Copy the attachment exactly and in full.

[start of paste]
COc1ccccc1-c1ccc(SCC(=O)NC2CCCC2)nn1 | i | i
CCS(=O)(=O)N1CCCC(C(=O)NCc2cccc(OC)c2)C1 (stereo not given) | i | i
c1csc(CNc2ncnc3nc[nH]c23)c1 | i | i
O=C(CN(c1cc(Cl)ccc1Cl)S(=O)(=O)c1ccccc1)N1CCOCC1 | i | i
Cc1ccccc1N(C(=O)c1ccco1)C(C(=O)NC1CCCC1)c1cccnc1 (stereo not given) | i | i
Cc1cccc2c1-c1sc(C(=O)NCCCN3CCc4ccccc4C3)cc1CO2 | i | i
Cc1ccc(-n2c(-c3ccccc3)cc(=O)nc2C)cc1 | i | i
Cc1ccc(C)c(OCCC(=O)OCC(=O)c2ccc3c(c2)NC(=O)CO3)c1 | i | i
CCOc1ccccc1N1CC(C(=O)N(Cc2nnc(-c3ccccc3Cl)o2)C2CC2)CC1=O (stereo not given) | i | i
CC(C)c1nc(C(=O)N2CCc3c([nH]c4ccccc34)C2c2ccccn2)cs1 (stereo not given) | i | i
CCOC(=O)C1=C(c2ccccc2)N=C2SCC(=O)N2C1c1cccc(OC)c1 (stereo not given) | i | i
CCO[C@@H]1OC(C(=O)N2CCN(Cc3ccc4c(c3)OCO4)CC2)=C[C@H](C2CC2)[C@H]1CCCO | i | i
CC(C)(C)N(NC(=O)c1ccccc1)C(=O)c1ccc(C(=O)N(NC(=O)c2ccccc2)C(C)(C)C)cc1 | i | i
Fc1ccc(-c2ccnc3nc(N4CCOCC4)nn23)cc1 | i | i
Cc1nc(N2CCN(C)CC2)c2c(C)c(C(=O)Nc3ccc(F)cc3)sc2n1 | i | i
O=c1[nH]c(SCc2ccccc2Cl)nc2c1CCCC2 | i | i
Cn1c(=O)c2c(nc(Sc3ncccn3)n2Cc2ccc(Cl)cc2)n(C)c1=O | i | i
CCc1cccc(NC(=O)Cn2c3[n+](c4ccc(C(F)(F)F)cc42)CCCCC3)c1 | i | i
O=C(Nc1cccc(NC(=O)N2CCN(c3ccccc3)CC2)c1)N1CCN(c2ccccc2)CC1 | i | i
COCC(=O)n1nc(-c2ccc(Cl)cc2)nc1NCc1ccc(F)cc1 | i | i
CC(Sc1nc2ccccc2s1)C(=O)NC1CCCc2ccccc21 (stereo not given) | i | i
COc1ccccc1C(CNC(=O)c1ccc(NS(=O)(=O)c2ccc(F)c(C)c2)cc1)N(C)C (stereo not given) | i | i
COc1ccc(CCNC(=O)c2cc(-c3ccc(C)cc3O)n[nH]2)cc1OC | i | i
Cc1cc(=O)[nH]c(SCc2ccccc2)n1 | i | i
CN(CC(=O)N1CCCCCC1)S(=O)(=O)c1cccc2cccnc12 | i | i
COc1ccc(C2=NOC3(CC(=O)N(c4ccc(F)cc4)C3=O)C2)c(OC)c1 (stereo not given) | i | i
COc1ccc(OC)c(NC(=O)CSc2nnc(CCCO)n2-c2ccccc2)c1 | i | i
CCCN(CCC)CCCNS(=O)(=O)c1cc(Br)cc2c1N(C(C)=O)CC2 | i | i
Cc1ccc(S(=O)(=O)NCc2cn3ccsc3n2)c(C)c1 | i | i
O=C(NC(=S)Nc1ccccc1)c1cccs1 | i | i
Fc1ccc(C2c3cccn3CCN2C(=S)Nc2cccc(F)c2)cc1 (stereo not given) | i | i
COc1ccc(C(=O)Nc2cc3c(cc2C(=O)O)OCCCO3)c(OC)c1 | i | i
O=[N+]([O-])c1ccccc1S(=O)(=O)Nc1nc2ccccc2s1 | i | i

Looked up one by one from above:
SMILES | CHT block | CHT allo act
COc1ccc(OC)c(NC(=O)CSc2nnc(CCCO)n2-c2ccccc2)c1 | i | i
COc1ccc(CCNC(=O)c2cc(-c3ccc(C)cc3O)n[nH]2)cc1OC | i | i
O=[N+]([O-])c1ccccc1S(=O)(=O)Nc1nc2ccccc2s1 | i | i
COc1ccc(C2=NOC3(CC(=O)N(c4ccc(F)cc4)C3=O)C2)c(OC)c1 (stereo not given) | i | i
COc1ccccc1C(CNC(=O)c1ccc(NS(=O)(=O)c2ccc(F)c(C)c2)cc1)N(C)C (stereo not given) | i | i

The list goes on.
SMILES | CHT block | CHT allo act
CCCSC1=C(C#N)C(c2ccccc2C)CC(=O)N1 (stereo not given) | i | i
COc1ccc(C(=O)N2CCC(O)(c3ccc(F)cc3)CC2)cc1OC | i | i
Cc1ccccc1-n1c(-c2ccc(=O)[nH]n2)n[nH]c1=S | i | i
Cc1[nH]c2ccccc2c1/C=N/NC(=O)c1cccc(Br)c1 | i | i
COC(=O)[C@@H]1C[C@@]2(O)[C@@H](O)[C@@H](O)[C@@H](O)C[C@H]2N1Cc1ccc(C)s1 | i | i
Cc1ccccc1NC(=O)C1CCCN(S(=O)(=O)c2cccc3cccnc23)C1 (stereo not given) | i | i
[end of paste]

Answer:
COc1ccccc1-c1ccc(SCC(=O)NC2CCCC2)nn1 | i | i
CCS(=O)(=O)N1CCCC(C(=O)NCc2cccc(OC)c2)C1 (stereo not given) | i | i
c1csc(CNc2ncnc3nc[nH]c23)c1 | i | i
O=C(CN(c1cc(Cl)ccc1Cl)S(=O)(=O)c1ccccc1)N1CCOCC1 | i | i
Cc1ccccc1N(C(=O)c1ccco1)C(C(=O)NC1CCCC1)c1cccnc1 (stereo not given) | i | i
Cc1cccc2c1-c1sc(C(=O)NCCCN3CCc4ccccc4C3)cc1CO2 | i | i
Cc1ccc(-n2c(-c3ccccc3)cc(=O)nc2C)cc1 | i | i
Cc1ccc(C)c(OCCC(=O)OCC(=O)c2ccc3c(c2)NC(=O)CO3)c1 | i | i
CCOc1ccccc1N1CC(C(=O)N(Cc2nnc(-c3ccccc3Cl)o2)C2CC2)CC1=O (stereo not given) | i | i
CC(C)c1nc(C(=O)N2CCc3c([nH]c4ccccc34)C2c2ccccn2)cs1 (stereo not given) | i | i
CCOC(=O)C1=C(c2ccccc2)N=C2SCC(=O)N2C1c1cccc(OC)c1 (stereo not given) | i | i
CCO[C@@H]1OC(C(=O)N2CCN(Cc3ccc4c(c3)OCO4)CC2)=C[C@H](C2CC2)[C@H]1CCCO | i | i
CC(C)(C)N(NC(=O)c1ccccc1)C(=O)c1ccc(C(=O)N(NC(=O)c2ccccc2)C(C)(C)C)cc1 | i | i
Fc1ccc(-c2ccnc3nc(N4CCOCC4)nn23)cc1 | i | i
Cc1nc(N2CCN(C)CC2)c2c(C)c(C(=O)Nc3ccc(F)cc3)sc2n1 | i | i
O=c1[nH]c(SCc2ccccc2Cl)nc2c1CCCC2 | i | i
Cn1c(=O)c2c(nc(Sc3ncccn3)n2Cc2ccc(Cl)cc2)n(C)c1=O | i | i
CCc1cccc(NC(=O)Cn2c3[n+](c4ccc(C(F)(F)F)cc42)CCCCC3)c1 | i | i
O=C(Nc1cccc(NC(=O)N2CCN(c3ccccc3)CC2)c1)N1CCN(c2ccccc2)CC1 | i | i
COCC(=O)n1nc(-c2ccc(Cl)cc2)nc1NCc1ccc(F)cc1 | i | i
CC(Sc1nc2ccccc2s1)C(=O)NC1CCCc2ccccc21 (stereo not given) | i | i
COc1ccccc1C(CNC(=O)c1ccc(NS(=O)(=O)c2ccc(F)c(C)c2)cc1)N(C)C (stereo not given) | i | i
COc1ccc(CCNC(=O)c2cc(-c3ccc(C)cc3O)n[nH]2)cc1OC | i | i
Cc1cc(=O)[nH]c(SCc2ccccc2)n1 | i | i
CN(CC(=O)N1CCCCCC1)S(=O)(=O)c1cccc2cccnc12 | i | i
COc1ccc(C2=NOC3(CC(=O)N(c4ccc(F)cc4)C3=O)C2)c(OC)c1 (stereo not given) | i | i
COc1ccc(OC)c(NC(=O)CSc2nnc(CCCO)n2-c2ccccc2)c1 | i | i
CCCN(CCC)CCCNS(=O)(=O)c1cc(Br)cc2c1N(C(C)=O)CC2 | i | i
Cc1ccc(S(=O)(=O)NCc2cn3ccsc3n2)c(C)c1 | i | i
O=C(NC(=S)Nc1ccccc1)c1cccs1 | i | i
Fc1ccc(C2c3cccn3CCN2C(=S)Nc2cccc(F)c2)cc1 (stereo not given) | i | i
COc1ccc(C(=O)Nc2cc3c(cc2C(=O)O)OCCCO3)c(OC)c1 | i | i
O=[N+]([O-])c1ccccc1S(=O)(=O)Nc1nc2ccccc2s1 | i | i

Looked up one by one from above:
SMILES | CHT block | CHT allo act
COc1ccc(OC)c(NC(=O)CSc2nnc(CCCO)n2-c2ccccc2)c1 | i | i
COc1ccc(CCNC(=O)c2cc(-c3ccc(C)cc3O)n[nH]2)cc1OC | i | i
O=[N+]([O-])c1ccccc1S(=O)(=O)Nc1nc2ccccc2s1 | i | i
COc1ccc(C2=NOC3(CC(=O)N(c4ccc(F)cc4)C3=O)C2)c(OC)c1 (stereo not given) | i | i
COc1ccccc1C(CNC(=O)c1ccc(NS(=O)(=O)c2ccc(F)c(C)c2)cc1)N(C)C (stereo not given) | i | i

The list goes on.
SMILES | CHT block | CHT allo act
CCCSC1=C(C#N)C(c2ccccc2C)CC(=O)N1 (stereo not given) | i | i
COc1ccc(C(=O)N2CCC(O)(c3ccc(F)cc3)CC2)cc1OC | i | i
Cc1ccccc1-n1c(-c2ccc(=O)[nH]n2)n[nH]c1=S | i | i
Cc1[nH]c2ccccc2c1/C=N/NC(=O)c1cccc(Br)c1 | i | i
COC(=O)[C@@H]1C[C@@]2(O)[C@@H](O)[C@@H](O)[C@@H](O)C[C@H]2N1Cc1ccc(C)s1 | i | i
Cc1ccccc1NC(=O)C1CCCN(S(=O)(=O)c2cccc3cccnc23)C1 (stereo not given) | i | i